Other families who arrived before the 1914-18 war included “old” Randall and his large family from South Africa, William Seagar Bastard, Ted Aggett (the Aggetts had previously been in Lemek area of Narok and were thus linked to the direct exchange of land), Lex Smith, George Webb, Raymond Hook (on whose land Nanyuki Cottage Hospital was eventually built), Alec Anstey, Pat Keneally, Major Lionel Gascoigne (who opened the first shop known as Nanyuki Cash Store in 1914), and General Wheatley (who is credited with building the Nanyuki racecourse).
Soldier Settlement Scheme
Not much activity took place during World War I since many settlers were involved in the war effort.
However, in 1919 the British government introduced the Soldier Settlement Scheme designed to settle European ex-soldiers on land as part of reconstruction after the war undertaken for reasons of economic growth, social stability and to “repay the debt of honour” owed to ex-servicemen.
In Kenya, the scheme was initially envisaged as a means of strengthening the local white community in the face of an African population which had lost its awe of Europeans as a result of exposure to the outside world during which they saw white men dying like any other men, including themselves.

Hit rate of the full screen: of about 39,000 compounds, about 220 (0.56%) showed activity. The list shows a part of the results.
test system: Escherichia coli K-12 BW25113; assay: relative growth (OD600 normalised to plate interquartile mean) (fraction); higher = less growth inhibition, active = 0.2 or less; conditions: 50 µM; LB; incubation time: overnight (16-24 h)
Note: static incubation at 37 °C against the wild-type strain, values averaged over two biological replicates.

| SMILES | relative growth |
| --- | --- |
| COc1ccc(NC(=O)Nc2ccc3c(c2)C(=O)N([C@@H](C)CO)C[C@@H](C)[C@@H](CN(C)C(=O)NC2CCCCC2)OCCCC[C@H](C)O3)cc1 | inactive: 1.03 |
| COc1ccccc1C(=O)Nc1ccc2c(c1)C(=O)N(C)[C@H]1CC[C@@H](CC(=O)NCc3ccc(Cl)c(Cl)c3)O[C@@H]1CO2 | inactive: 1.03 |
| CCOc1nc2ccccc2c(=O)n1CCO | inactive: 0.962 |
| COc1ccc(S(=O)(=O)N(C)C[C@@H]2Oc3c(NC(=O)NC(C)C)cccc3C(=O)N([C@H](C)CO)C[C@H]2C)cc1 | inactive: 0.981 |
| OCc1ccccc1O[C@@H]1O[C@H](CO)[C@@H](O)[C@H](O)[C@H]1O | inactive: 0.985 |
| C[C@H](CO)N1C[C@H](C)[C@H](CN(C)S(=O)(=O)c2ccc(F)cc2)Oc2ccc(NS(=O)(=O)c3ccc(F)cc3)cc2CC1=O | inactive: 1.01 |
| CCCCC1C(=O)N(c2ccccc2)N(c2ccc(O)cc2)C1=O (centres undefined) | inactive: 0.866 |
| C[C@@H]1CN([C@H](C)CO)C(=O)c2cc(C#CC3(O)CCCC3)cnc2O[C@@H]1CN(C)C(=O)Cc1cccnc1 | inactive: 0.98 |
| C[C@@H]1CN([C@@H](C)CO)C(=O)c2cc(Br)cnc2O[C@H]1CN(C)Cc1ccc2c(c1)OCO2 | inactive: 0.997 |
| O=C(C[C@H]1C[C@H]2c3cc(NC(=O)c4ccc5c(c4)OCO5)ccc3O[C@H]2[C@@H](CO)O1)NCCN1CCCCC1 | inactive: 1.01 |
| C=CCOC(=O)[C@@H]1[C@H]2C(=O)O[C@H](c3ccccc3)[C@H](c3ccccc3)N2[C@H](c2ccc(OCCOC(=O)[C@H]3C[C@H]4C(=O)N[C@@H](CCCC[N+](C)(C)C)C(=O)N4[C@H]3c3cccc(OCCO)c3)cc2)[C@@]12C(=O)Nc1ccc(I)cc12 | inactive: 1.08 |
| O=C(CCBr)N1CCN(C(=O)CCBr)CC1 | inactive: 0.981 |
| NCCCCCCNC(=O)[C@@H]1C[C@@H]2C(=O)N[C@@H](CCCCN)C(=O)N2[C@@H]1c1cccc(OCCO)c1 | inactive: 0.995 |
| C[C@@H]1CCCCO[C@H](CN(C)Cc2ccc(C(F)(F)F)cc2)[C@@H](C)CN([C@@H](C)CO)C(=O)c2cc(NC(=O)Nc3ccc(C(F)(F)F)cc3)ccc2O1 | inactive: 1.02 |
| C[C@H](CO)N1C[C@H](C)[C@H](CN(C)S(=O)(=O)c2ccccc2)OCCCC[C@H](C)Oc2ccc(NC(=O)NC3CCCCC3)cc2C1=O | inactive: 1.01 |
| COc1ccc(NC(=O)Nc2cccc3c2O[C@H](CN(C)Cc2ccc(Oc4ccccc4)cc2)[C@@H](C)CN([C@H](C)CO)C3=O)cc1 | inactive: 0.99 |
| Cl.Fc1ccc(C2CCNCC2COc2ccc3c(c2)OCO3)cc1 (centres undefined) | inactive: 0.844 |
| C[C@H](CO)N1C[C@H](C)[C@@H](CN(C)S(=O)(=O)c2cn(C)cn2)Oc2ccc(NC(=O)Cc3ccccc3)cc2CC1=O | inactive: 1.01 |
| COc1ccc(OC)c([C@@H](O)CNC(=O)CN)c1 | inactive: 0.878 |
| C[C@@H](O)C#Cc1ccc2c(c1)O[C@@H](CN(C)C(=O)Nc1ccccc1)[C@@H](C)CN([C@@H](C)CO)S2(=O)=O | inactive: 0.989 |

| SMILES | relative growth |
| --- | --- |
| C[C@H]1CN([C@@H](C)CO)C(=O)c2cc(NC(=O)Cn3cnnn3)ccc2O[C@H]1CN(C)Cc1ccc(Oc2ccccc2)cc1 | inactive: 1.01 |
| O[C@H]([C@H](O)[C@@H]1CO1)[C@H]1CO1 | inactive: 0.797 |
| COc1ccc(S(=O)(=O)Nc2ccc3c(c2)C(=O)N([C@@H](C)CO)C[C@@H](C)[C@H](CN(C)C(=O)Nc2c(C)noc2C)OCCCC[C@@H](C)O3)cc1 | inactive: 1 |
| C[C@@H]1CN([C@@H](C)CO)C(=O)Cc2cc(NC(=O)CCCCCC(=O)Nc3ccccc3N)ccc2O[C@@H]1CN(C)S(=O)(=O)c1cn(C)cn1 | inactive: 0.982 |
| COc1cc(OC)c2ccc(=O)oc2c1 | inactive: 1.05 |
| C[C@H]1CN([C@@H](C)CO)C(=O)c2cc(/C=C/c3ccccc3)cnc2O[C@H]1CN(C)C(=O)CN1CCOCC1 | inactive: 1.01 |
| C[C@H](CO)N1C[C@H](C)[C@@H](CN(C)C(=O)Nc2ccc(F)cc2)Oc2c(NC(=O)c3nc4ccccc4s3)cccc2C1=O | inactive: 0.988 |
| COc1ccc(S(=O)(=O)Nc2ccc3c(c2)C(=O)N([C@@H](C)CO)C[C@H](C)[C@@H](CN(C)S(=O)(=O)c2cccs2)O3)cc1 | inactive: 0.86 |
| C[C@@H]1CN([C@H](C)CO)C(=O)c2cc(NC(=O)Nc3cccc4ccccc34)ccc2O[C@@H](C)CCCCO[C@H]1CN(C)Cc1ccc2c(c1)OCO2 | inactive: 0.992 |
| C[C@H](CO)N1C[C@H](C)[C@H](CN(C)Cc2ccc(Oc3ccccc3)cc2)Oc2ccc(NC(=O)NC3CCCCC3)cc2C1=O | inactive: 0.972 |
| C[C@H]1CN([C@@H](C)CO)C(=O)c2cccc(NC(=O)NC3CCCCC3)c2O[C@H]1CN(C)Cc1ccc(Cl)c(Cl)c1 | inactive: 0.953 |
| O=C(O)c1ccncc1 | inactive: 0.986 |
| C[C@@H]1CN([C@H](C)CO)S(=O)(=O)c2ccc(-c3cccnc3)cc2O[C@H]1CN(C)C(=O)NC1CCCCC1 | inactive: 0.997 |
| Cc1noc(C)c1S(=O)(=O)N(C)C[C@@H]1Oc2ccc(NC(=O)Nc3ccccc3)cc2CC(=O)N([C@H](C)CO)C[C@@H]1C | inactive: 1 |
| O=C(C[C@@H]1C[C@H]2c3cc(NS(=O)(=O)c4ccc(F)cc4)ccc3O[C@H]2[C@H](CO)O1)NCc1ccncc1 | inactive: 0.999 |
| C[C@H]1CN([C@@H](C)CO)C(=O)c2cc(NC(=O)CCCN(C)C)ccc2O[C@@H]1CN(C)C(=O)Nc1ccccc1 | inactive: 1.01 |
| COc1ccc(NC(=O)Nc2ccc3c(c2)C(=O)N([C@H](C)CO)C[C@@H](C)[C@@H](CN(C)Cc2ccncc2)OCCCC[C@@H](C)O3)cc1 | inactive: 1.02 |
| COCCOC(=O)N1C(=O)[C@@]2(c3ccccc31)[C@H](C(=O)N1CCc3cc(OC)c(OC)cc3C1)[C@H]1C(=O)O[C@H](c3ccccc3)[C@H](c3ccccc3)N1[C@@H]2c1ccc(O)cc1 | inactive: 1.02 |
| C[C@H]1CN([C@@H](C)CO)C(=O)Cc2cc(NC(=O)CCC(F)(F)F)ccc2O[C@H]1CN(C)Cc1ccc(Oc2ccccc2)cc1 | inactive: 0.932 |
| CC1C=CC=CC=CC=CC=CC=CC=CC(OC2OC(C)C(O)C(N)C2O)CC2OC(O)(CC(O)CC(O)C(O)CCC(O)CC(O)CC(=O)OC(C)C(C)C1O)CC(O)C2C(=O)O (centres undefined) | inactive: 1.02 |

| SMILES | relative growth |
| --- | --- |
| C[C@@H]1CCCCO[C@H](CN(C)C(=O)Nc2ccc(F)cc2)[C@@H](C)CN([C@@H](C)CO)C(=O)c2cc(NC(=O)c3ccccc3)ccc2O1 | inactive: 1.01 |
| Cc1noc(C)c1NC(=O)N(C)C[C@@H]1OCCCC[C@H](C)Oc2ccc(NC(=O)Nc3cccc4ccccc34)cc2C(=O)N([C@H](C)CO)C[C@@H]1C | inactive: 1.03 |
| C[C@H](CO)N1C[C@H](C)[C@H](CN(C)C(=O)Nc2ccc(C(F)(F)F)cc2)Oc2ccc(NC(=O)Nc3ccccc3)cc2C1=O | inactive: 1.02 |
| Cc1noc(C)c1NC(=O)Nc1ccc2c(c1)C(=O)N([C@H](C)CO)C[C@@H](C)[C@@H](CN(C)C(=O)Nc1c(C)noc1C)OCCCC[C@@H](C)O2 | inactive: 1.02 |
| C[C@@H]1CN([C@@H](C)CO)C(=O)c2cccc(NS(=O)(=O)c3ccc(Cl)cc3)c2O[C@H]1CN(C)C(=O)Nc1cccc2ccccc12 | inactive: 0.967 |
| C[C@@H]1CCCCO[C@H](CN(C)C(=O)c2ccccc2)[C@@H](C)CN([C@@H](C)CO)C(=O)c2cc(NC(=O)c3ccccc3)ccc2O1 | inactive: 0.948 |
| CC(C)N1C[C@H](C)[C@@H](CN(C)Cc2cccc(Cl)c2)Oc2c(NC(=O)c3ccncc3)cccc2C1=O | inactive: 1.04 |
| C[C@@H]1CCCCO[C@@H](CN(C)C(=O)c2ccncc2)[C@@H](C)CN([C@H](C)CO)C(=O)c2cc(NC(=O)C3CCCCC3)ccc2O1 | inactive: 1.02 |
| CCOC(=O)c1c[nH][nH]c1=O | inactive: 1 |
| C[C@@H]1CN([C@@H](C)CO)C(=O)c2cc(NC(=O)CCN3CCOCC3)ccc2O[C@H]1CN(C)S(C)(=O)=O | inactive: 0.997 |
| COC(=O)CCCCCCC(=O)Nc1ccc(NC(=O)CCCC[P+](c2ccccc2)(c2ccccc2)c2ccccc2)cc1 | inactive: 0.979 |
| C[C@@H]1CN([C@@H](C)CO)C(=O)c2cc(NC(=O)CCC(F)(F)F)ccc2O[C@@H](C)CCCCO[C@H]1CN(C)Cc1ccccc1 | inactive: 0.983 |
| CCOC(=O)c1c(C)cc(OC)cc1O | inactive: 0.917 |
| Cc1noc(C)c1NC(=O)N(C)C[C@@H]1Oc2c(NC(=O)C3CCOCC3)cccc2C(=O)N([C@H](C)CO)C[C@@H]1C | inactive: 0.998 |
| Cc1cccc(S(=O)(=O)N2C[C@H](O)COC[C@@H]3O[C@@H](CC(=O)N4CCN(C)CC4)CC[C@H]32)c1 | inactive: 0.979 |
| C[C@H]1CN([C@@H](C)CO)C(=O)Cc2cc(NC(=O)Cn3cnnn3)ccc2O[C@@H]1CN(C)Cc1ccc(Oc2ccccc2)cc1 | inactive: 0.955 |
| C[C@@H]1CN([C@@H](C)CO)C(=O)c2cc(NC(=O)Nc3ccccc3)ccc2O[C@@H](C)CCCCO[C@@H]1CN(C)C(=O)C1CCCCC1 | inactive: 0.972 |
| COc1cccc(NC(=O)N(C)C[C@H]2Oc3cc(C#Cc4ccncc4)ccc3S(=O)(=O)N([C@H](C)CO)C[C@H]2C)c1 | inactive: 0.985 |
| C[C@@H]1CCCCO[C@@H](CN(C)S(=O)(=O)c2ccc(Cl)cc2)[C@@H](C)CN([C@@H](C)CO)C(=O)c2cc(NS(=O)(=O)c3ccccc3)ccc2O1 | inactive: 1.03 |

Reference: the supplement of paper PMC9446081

However, it quickly became an attempt to both promote economic development by new settlement and to care for potential “poor whites” within Kenya. In addition to the enlightenment of the African, the fact that the African ex-soldier was left out of the scheme further fomented the rise of African nationalism.
Laikipia was earmarked to contribute the largest land area, at 950,000 acres, to the Soldier Settlement Scheme. Owing to the requirement that beneficiaries were to put up £1,000 by way of capital to develop the land many of them were unable to meet this condition and the land ended up in the hands of members of the aristocracy.